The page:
When Pipe Restoration Makes (Dollars &) Sense
The first call to Divisions was an emergency; sewage was backing up into the restroom of a major department store. Not good for business. Plumbers were called, quotes given, and shock ensued.
Replacing old cast iron pipes is a pricey fix, but not a surprising one. Cast iron is notoriously subject to corrosion, particularly in waste lines where hydrogen sulfide gas forms. The common fix for slow-running pipes, drain cleaners, often contain sulfuric acid, another rust promoter. In addition, the old method of casting iron pipe created variations in the thickness of the pipe walls; thin sections are subject to cracks and pin holes.
This problem, it turns out, was more than a pin hole, and corrosion was extensive:
Patching was not an option, so we asked plumbing providers to bid for replacement. One provider offered an option: relining the cast iron pipes with epoxy. The cost savings was enough to convince store owners to give it a try.
Seven months later though, it became apparent the cast iron plumbing throughout the rest of the store, 520 feet of main line, also needed attention.
Replacement would require excavation, perhaps store closure, and cost an estimated $180,000. By comparison, relining with epoxy resin meant no excavation, no store closure, and a cost savings of $93,000. The success of the first fix made this proposal attractive. That’s not to say epoxy pipe restoration is a simple process.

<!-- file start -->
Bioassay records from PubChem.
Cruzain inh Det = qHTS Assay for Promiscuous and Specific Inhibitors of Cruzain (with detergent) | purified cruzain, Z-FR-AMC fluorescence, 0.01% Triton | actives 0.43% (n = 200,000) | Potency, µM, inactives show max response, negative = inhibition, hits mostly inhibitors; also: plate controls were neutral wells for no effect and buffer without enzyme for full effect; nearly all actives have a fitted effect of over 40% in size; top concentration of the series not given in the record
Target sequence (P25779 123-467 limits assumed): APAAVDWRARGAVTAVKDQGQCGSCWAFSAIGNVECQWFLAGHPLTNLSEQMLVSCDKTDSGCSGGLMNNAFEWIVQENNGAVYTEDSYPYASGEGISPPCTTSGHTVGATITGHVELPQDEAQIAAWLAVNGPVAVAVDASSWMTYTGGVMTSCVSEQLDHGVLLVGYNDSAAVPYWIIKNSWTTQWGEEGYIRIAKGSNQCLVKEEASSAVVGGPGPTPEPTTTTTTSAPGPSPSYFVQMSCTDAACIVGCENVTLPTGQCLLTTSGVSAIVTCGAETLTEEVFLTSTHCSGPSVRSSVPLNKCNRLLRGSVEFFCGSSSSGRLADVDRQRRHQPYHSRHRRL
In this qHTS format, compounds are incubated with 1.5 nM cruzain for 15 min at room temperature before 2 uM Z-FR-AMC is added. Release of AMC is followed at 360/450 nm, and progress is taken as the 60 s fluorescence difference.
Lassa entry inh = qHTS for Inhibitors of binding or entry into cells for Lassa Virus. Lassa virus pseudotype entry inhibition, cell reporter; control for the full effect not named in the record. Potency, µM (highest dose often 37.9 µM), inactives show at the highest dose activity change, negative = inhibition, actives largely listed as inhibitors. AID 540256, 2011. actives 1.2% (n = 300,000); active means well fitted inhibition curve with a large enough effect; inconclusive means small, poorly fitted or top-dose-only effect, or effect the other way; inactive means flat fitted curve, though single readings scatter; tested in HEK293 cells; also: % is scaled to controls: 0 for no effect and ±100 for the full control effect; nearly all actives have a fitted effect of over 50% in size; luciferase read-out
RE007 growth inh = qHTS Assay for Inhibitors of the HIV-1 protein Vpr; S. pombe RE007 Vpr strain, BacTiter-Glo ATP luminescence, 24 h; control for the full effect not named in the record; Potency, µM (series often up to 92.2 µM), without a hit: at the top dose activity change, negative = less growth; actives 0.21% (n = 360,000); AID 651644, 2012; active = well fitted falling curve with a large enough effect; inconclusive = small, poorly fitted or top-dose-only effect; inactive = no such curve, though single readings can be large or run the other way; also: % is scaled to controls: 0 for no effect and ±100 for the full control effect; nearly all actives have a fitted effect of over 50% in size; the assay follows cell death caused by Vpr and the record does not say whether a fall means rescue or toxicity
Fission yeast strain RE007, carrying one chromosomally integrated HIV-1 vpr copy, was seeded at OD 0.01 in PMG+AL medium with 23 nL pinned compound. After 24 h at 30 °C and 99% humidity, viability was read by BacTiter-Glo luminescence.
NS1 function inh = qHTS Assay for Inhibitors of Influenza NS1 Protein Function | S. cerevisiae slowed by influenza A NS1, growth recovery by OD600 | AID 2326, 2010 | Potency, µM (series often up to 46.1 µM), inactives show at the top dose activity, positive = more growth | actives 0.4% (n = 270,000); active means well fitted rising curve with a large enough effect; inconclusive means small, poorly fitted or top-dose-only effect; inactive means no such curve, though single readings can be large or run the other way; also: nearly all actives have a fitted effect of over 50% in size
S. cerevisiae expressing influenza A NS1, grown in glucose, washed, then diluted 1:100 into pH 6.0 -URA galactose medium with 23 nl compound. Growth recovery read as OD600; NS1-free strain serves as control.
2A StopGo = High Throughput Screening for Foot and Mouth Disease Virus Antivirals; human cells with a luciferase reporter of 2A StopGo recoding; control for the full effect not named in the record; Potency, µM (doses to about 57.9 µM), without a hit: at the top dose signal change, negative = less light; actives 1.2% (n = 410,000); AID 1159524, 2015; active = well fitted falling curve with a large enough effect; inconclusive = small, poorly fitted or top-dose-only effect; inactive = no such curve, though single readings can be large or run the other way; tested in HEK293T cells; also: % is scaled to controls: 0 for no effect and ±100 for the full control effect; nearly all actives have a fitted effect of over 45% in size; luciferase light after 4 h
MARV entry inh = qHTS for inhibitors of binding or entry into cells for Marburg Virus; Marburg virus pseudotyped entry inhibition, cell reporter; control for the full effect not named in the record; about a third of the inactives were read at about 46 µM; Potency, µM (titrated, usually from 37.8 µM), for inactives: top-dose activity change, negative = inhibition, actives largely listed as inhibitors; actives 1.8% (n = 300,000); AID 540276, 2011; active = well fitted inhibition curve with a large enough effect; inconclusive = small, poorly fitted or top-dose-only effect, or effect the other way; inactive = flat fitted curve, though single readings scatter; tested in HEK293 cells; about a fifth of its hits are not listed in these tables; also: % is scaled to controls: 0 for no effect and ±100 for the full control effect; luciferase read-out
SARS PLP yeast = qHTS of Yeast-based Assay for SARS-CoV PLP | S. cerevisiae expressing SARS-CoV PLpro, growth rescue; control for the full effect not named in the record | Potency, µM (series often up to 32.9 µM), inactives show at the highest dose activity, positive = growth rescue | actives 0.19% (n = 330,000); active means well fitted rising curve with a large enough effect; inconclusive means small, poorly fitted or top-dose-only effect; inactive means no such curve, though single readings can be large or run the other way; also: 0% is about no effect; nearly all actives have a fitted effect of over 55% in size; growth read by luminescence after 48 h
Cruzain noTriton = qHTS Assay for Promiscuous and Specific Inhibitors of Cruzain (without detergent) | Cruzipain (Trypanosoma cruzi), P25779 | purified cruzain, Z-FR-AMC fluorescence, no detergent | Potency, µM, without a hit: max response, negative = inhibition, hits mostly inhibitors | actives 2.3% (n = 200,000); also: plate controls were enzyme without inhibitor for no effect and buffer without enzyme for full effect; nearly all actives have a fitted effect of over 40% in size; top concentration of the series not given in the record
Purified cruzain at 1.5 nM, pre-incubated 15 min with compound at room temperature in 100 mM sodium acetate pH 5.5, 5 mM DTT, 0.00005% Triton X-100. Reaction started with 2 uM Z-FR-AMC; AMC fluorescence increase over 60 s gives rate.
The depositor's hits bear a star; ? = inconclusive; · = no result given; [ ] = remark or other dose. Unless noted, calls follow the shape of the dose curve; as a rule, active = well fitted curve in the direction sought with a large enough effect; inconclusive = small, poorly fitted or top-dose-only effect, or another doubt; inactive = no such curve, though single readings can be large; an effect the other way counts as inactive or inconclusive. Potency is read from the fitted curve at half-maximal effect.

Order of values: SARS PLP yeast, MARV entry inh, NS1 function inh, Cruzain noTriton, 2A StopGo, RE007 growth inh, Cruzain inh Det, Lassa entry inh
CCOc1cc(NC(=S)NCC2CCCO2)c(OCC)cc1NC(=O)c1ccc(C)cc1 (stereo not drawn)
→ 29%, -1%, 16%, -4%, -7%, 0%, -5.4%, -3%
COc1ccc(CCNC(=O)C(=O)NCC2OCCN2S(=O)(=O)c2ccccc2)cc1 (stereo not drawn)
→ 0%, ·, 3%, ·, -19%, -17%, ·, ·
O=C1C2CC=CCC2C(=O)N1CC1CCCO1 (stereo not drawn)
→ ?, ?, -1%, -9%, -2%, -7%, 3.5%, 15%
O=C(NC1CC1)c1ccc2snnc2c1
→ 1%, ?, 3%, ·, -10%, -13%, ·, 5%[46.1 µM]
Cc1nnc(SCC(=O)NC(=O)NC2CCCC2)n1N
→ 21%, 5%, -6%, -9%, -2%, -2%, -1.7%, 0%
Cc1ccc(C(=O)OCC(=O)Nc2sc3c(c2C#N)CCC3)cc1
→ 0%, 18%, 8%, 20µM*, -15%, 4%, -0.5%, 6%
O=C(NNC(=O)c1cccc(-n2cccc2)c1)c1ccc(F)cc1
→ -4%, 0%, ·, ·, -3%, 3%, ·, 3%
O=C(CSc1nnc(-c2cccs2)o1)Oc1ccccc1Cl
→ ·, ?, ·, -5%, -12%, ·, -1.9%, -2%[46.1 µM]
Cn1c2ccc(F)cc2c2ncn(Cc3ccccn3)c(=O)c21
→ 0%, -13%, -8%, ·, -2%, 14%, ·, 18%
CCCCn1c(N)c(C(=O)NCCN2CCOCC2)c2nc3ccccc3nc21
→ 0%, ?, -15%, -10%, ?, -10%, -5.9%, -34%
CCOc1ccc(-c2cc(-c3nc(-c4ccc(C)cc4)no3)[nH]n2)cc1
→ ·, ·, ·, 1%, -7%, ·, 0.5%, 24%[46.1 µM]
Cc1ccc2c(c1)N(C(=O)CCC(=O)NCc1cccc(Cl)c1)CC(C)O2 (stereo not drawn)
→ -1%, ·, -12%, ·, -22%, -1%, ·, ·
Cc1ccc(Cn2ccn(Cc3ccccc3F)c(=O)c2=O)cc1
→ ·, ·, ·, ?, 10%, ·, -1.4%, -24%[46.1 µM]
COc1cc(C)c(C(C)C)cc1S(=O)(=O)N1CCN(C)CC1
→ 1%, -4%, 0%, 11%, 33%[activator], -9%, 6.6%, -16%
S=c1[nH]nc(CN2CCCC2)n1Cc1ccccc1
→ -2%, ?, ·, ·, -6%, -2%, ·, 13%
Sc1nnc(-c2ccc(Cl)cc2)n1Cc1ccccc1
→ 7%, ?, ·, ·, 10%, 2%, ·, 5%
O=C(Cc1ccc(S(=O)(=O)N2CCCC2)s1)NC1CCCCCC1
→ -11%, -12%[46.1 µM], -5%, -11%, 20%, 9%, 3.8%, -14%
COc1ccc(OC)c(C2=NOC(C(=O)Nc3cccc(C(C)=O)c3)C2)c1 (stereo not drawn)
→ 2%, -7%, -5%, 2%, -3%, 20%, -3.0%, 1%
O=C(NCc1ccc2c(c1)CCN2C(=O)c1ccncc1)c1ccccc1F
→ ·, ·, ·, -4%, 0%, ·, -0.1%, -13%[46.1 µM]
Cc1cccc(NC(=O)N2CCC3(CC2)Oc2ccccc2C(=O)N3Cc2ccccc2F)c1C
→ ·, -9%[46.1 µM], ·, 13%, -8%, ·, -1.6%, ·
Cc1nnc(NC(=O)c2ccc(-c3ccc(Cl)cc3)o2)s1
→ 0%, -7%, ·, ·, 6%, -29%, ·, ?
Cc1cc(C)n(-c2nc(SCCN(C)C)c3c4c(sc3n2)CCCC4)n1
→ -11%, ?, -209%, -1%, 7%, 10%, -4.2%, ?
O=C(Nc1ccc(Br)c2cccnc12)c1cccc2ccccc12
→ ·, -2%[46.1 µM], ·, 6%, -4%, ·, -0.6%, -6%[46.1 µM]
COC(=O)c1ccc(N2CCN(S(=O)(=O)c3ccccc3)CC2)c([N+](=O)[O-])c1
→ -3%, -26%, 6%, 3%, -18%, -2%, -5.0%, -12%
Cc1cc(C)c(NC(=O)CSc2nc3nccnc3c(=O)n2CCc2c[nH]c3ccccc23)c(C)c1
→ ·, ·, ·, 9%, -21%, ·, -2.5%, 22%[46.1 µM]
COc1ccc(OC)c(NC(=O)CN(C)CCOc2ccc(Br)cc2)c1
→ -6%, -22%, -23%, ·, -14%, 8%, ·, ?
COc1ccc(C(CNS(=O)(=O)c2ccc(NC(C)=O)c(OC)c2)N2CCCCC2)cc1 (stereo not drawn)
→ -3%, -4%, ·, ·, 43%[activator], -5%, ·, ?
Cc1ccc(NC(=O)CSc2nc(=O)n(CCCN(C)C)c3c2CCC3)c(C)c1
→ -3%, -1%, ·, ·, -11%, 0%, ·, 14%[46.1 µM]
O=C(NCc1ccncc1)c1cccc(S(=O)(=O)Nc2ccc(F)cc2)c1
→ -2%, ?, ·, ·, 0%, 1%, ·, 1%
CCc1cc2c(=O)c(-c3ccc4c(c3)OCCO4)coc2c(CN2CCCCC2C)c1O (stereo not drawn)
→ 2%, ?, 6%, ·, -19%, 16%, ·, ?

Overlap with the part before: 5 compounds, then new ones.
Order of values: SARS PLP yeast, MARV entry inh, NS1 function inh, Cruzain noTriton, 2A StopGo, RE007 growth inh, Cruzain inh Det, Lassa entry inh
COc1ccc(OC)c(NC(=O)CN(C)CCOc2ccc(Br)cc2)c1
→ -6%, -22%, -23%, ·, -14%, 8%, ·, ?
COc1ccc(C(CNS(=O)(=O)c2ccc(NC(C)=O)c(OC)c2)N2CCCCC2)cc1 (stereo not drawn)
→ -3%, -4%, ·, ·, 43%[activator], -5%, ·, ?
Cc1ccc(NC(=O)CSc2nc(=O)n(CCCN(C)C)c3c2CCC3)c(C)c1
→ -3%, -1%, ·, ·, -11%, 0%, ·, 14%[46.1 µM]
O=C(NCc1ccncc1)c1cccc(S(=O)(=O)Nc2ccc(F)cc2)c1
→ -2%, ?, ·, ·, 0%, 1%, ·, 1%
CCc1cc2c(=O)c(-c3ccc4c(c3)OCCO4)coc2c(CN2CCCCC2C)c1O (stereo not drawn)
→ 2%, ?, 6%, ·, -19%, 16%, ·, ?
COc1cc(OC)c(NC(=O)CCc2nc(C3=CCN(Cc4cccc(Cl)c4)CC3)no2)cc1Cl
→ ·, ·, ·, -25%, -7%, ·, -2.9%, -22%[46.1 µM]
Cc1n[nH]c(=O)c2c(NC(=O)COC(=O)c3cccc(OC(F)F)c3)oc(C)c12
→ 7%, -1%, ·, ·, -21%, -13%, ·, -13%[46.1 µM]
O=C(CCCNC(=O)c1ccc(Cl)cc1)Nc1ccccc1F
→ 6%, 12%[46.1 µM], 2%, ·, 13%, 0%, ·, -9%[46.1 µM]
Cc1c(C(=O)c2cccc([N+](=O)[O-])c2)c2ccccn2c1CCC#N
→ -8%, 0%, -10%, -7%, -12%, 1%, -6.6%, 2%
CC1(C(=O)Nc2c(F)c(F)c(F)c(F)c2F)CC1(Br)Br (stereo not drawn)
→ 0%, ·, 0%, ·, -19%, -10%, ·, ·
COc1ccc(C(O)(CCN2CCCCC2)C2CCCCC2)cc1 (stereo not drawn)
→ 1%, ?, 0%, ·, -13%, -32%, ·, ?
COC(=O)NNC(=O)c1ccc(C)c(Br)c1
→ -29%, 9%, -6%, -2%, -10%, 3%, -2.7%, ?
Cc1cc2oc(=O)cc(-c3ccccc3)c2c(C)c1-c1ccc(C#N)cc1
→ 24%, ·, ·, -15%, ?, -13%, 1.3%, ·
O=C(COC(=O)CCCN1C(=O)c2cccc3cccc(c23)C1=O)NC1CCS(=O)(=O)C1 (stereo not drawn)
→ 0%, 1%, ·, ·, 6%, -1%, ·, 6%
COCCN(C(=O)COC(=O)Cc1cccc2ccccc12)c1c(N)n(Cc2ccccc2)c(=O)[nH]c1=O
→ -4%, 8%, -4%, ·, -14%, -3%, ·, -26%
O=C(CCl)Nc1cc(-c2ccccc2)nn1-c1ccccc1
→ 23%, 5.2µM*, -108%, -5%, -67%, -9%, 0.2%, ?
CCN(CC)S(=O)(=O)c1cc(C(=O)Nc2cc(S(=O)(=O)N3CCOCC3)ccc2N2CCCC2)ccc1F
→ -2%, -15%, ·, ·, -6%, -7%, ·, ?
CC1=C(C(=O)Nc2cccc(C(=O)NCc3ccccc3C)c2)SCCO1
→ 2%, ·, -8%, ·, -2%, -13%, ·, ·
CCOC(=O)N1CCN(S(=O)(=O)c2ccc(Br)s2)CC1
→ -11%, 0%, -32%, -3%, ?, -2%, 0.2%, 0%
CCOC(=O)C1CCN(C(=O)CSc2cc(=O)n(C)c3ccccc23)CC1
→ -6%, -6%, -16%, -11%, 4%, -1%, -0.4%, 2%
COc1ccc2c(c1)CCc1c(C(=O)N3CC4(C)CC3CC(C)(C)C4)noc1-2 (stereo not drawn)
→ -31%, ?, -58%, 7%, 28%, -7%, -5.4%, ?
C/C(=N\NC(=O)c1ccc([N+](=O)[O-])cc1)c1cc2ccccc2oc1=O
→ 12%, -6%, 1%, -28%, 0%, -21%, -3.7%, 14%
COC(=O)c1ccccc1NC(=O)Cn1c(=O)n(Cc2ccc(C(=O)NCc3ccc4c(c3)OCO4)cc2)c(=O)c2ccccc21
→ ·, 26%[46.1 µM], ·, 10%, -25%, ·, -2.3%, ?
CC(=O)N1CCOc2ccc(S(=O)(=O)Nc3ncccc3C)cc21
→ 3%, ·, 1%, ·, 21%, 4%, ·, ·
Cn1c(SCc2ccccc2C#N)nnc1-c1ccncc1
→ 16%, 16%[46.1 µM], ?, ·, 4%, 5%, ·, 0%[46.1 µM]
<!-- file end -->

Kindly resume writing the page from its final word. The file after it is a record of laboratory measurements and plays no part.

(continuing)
The relining process is not new; it was invented in England 30 years ago. Improvements in cleaning and application have made the epoxy fix appealing in several ways beyond price; it takes less time than replacement, is minimally disruptive, and vendors say, renews the pipe to better than original state.
Planning the project took several months. First, new clean-outs were created, which meant cutting 4’ x 4’ holes in the floor. Then existing pipes were flushed using high power brushes to eliminate decades of debris. Once cleaned, a tube sleeve coated with resin is inserted into the pipes. When the resin hardens it creates a jointless lining, one that seals cracks, fills holes, and resists root intrusion. The smooth epoxy does not attract debris like the old cast iron did. With the new lining, the integrity of the pipes is expected to last as long as the store stands.
The original plan was to work during store hours using pop up tents to keep plumbers out of sight of customers and complete the project as soon as possible. The store opted for after-hours completion to ensure customers’ comfort. Even with that delay, it took less than four weeks to complete without tearing up the parking lot and city streets.
The bottom line: customer satisfaction. That is always Divisions' goal: to deliver peace of mind to those we serve.